One wonders how Andriy Melnyk looks at this room, at Gebel, who now speaks of his own fears, of his own children. She turns to him and says that she is grateful for “the courage and the warnings”, briefly mentions the idea of ​​bilingual schools, ends with the goal of making Berlin climate neutral, after all, party politics it works. Andriy Melnyk wears a mask, you can’t see his facial expression. He sometimes claps briefly.

He is followed by other speakers, Kirsten Brinker from AfD, Carsten Schatz from left, Sebastian Czaja from FDP. In every speech, in every party, there is the right warning not to discriminate against Russians and people who speak Russian. In each case, the right thanks go to the volunteers who help at the main train station and other places in the city to deal with the influx of war refugees.

Sebastian Czaja of the FDP wears a blue and yellow solidarity ribbon, recounts a train trip with women who had escaped the bombed Kharkiv, says goodbye with “Slava Ukrainii”, glory of Ukraine. He also seems very moved, more moved than Melnyk himself, he doesn’t respond to the ambassador’s demands either, not a single one.

Franziska Giffey: “Not an air bridge, but a railway bridge”

For almost an hour and a half you can see the politicians of Berlin talking to Andriy Melnyk and at the same time walking past him. One after the other.

That leaves Franziska Giffey, the SPD’s second speaker. The mayor of the Government has come a particularly long way this Thursday. When she defends herself against accusations that she herself underestimated the task because she initially spoke of 20,000 refugees, to whom Berlin must first accommodate, she is the full head of the state government. “We were able to estimate the number of people,” she said, “but we still don’t know how many there will be at the end.” How awful the situation was going to get.”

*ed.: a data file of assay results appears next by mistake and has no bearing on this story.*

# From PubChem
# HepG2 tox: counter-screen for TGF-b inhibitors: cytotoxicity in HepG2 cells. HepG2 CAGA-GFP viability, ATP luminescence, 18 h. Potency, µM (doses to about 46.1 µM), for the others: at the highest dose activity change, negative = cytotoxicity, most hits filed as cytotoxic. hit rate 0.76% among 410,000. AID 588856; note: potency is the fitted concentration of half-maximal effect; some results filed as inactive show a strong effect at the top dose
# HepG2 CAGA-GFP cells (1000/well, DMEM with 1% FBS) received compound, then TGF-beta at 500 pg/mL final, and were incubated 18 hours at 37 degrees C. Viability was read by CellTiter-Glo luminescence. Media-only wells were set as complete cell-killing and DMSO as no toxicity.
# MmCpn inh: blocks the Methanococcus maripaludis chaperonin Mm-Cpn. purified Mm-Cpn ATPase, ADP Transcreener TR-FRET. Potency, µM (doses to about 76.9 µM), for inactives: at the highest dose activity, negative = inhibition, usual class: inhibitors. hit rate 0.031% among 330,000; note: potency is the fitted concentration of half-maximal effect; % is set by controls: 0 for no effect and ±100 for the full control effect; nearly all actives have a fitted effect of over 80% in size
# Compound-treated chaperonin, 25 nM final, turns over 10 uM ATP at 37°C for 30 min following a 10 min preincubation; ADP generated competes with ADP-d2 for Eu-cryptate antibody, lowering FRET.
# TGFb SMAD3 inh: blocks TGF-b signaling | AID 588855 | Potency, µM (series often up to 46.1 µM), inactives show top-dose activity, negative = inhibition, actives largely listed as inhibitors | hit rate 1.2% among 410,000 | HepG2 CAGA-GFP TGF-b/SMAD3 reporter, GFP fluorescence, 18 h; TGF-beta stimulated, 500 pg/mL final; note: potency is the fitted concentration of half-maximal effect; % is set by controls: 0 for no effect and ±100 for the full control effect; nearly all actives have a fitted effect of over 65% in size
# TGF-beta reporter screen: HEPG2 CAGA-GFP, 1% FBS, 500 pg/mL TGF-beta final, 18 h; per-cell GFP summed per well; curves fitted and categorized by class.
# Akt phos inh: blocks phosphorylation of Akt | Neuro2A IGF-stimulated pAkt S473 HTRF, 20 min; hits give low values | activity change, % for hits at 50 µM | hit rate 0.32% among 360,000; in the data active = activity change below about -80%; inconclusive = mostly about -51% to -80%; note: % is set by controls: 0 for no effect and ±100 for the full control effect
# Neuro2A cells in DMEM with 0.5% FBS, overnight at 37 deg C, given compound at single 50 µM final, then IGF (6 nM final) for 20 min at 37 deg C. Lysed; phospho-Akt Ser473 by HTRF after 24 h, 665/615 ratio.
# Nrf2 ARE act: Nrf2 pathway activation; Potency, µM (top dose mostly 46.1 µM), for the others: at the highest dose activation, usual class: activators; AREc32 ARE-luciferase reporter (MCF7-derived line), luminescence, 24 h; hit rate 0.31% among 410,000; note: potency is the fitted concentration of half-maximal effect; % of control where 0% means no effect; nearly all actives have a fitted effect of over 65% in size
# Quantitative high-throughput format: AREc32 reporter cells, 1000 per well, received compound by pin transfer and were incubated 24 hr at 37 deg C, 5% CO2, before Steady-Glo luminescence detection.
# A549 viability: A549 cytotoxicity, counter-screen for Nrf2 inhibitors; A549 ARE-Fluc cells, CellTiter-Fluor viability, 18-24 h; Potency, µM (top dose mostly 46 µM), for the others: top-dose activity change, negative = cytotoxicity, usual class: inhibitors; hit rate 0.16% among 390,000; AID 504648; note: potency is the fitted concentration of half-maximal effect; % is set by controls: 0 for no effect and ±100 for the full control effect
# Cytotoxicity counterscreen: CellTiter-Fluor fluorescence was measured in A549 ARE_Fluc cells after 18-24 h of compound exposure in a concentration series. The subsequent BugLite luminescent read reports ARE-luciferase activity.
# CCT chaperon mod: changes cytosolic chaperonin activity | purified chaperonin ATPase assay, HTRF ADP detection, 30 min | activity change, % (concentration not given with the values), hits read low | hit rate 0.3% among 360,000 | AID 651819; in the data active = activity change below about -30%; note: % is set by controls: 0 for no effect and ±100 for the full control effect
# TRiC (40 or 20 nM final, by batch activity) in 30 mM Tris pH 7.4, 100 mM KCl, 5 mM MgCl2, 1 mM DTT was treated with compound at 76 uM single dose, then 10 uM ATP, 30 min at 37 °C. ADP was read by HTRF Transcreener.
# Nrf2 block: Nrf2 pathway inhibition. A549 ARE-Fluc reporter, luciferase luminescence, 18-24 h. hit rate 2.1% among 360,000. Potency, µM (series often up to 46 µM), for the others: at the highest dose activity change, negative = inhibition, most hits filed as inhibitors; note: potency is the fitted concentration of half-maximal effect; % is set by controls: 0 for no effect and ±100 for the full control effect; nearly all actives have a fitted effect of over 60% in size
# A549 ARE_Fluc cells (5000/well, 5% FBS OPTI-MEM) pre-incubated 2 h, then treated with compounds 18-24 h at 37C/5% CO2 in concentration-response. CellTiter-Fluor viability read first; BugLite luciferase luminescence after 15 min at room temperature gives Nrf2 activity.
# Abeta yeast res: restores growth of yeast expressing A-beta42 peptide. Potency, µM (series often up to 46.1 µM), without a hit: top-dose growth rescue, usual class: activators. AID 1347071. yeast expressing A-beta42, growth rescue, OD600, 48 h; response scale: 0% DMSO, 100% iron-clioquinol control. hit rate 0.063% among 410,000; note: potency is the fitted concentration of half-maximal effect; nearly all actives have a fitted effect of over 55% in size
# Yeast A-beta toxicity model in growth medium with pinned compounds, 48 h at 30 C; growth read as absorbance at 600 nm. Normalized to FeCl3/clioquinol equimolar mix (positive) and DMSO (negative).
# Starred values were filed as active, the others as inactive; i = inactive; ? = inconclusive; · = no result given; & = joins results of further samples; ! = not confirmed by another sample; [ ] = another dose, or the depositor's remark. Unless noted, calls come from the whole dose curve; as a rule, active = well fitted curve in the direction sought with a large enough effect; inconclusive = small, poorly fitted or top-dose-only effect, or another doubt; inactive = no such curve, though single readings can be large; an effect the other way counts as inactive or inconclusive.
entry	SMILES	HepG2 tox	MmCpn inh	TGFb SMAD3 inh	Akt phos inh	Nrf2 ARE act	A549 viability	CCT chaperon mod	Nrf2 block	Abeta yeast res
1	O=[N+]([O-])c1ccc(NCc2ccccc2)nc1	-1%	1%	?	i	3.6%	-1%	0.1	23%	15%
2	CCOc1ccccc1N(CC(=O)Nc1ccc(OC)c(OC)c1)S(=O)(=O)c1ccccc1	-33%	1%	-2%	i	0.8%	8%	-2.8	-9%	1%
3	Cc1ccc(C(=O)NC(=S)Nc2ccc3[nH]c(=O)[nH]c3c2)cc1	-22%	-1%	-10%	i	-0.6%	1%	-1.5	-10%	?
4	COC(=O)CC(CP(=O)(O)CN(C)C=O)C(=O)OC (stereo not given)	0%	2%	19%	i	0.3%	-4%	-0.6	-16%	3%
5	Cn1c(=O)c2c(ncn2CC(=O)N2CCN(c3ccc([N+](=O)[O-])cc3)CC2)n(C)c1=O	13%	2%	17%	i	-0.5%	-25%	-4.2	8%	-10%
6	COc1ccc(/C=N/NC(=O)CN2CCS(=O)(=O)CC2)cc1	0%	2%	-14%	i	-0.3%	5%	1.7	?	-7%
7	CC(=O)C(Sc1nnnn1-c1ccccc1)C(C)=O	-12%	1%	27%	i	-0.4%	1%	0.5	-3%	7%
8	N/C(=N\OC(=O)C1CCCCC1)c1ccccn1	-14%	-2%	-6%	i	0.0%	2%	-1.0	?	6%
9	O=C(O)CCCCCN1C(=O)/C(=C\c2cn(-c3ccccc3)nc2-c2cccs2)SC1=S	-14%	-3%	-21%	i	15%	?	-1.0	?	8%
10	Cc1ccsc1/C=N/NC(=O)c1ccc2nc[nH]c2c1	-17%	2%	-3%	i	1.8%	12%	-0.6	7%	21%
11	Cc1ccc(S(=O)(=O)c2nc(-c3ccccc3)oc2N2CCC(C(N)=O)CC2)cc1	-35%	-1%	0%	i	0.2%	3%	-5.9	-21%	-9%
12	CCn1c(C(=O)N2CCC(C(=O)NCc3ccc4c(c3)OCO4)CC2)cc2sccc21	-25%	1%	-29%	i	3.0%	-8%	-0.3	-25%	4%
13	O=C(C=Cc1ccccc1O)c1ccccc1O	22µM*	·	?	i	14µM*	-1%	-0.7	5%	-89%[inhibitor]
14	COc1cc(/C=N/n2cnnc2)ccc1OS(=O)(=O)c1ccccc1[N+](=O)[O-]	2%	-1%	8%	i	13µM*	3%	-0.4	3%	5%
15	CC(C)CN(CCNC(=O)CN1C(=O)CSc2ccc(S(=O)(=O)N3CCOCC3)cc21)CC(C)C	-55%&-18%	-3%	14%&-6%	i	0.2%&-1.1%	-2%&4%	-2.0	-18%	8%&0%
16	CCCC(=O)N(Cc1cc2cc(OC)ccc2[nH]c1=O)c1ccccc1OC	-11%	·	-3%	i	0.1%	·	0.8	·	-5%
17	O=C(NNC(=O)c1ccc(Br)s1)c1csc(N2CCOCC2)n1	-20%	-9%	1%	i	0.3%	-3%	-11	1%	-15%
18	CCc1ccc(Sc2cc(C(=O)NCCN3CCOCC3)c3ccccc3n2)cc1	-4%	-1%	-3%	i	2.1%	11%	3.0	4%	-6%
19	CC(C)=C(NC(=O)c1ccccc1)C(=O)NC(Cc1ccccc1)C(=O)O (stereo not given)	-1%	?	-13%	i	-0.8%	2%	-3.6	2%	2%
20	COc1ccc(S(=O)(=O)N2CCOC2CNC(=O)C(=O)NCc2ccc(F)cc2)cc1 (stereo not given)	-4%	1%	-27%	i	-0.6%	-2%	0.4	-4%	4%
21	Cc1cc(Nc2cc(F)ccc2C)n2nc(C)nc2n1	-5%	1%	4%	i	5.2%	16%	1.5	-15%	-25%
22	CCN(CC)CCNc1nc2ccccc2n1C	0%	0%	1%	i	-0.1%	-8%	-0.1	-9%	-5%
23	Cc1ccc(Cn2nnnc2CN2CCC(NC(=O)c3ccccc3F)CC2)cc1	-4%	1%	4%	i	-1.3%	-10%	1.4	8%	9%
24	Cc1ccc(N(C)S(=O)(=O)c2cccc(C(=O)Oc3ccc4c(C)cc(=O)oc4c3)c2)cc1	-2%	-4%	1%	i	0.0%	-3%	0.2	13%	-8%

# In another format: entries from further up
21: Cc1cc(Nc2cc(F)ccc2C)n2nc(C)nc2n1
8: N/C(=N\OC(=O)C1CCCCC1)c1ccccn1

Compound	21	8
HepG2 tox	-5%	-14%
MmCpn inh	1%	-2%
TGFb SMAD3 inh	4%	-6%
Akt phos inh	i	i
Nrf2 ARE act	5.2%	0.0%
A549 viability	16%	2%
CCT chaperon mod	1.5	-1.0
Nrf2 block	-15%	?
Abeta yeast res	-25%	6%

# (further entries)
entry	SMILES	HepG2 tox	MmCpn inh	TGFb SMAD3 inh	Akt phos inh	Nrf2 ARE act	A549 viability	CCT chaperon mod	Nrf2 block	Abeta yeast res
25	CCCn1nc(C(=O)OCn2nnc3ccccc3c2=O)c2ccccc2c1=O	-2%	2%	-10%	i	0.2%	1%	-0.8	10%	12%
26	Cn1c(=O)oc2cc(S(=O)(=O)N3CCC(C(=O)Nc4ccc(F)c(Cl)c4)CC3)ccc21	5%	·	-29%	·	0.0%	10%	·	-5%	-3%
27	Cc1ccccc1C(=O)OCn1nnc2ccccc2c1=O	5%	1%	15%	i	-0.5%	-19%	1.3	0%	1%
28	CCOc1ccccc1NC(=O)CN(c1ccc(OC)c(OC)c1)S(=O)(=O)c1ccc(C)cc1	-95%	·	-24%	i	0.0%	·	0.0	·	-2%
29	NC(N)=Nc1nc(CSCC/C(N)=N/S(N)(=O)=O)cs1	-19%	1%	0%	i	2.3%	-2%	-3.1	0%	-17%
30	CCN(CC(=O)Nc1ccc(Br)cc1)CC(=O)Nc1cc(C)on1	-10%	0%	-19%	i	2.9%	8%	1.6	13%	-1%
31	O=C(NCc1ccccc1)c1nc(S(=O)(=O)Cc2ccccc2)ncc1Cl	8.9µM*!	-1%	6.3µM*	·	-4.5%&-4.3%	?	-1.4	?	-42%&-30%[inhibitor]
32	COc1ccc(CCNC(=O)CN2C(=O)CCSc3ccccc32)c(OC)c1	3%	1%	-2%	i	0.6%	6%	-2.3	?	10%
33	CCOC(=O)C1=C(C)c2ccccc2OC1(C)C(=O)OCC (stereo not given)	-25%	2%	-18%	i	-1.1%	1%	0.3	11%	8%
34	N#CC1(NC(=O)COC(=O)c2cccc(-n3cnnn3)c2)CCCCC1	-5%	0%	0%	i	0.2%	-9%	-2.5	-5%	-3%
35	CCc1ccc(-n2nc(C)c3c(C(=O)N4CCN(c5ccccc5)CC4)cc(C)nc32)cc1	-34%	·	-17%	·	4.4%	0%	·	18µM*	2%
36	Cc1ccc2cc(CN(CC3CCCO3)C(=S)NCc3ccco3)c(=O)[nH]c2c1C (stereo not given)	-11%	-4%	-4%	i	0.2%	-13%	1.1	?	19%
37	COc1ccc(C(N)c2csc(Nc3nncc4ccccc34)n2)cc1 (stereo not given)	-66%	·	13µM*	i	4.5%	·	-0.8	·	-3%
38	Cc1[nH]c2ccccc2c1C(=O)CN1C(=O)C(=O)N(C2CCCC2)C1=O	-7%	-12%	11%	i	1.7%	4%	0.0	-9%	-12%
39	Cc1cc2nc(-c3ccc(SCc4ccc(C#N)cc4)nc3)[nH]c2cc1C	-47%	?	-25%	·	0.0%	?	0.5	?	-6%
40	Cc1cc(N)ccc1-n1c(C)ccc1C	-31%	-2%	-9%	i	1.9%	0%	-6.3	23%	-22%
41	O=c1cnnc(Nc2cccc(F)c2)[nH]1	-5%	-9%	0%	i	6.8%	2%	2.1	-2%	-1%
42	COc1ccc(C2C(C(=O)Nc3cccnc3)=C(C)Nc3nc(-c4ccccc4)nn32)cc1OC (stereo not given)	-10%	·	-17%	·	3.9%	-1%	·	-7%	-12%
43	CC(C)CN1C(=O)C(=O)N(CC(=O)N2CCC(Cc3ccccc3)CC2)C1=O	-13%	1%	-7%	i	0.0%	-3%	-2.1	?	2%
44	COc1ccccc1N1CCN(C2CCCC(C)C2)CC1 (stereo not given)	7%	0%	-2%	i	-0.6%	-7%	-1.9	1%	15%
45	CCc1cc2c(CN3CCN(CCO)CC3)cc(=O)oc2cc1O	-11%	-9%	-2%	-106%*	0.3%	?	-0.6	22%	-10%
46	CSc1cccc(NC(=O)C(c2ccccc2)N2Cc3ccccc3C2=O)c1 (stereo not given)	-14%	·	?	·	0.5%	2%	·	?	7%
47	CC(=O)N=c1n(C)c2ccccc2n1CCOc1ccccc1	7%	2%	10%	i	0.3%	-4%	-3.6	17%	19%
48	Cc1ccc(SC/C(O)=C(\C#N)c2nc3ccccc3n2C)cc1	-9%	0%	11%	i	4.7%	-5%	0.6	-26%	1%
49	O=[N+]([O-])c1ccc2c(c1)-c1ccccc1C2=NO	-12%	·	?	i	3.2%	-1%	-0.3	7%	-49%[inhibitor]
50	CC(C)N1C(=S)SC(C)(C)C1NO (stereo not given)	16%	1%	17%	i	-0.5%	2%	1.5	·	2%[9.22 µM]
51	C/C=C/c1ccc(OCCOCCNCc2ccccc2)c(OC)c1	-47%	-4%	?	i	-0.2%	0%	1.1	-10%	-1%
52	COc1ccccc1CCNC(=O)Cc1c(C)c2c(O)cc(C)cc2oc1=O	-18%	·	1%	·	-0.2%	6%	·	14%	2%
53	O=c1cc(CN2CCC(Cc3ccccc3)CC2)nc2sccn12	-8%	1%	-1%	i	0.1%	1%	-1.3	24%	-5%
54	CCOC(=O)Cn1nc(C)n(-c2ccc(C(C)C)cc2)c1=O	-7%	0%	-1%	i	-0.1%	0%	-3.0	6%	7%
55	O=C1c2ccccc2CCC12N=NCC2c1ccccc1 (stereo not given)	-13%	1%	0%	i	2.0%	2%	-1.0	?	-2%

Giffey is asking the federal government, including the Bundeswehr, for help. Marie-Agnes Strack-Zimmermann of the FDP already said in the morning what the federal government thinks about it. The chairman of the Bundestag Defense Committee tweeted: “No, @FranziskaGiffey. This has to end at last. the #Armed forces it is not an extended aid organization. Right now we need the Bundeswehr for its main tasks. Not only Berlin has to get out of comfort. For something like that there is, among other things, civil protection.” Comfort? it’s fine.

What does the lone man in the third row of the Senate benches think about these skirmishes inside Germany? The man who claims to cry every day for misery and death in his homeland? What do you say to someone like that? How can the worlds connect, yours and that of Berlin’s state politics?

At the end of her speech, Franziska Giffey makes an attempt. She talks directly with Andriy Melnyk, enters his to-do list and demands of him. One after the other. She promises to campaign for Ukraine’s recognition as a cultural nation. She wants to talk about the idea of ​​the memorial and also about a European school. There will be no air bridge, “but a rail bridge,” she says.

When he has marked tasks, Giffey also dares to get excited. She talks about two Ukrainian women she met these days, “two special women.” Naturally. At the main station, one told him: “We pray every day for the next morning.” The other, an organizer of a Ukrainian film club in Berlin, said: “I wish you a peaceful sky.” her voice breaks. She struggles with herself and with her emotions. Quickly put on the corona mask and go to the seat. When she gets there and takes off her mask, the area around her eyes is red.

Shortly after, the start of the two-hour war is over for the parliamentarians in Berlin. Andriy Melnyk thanks him and leaves. ventilation break.

Source link

- Advertisement -

New Articles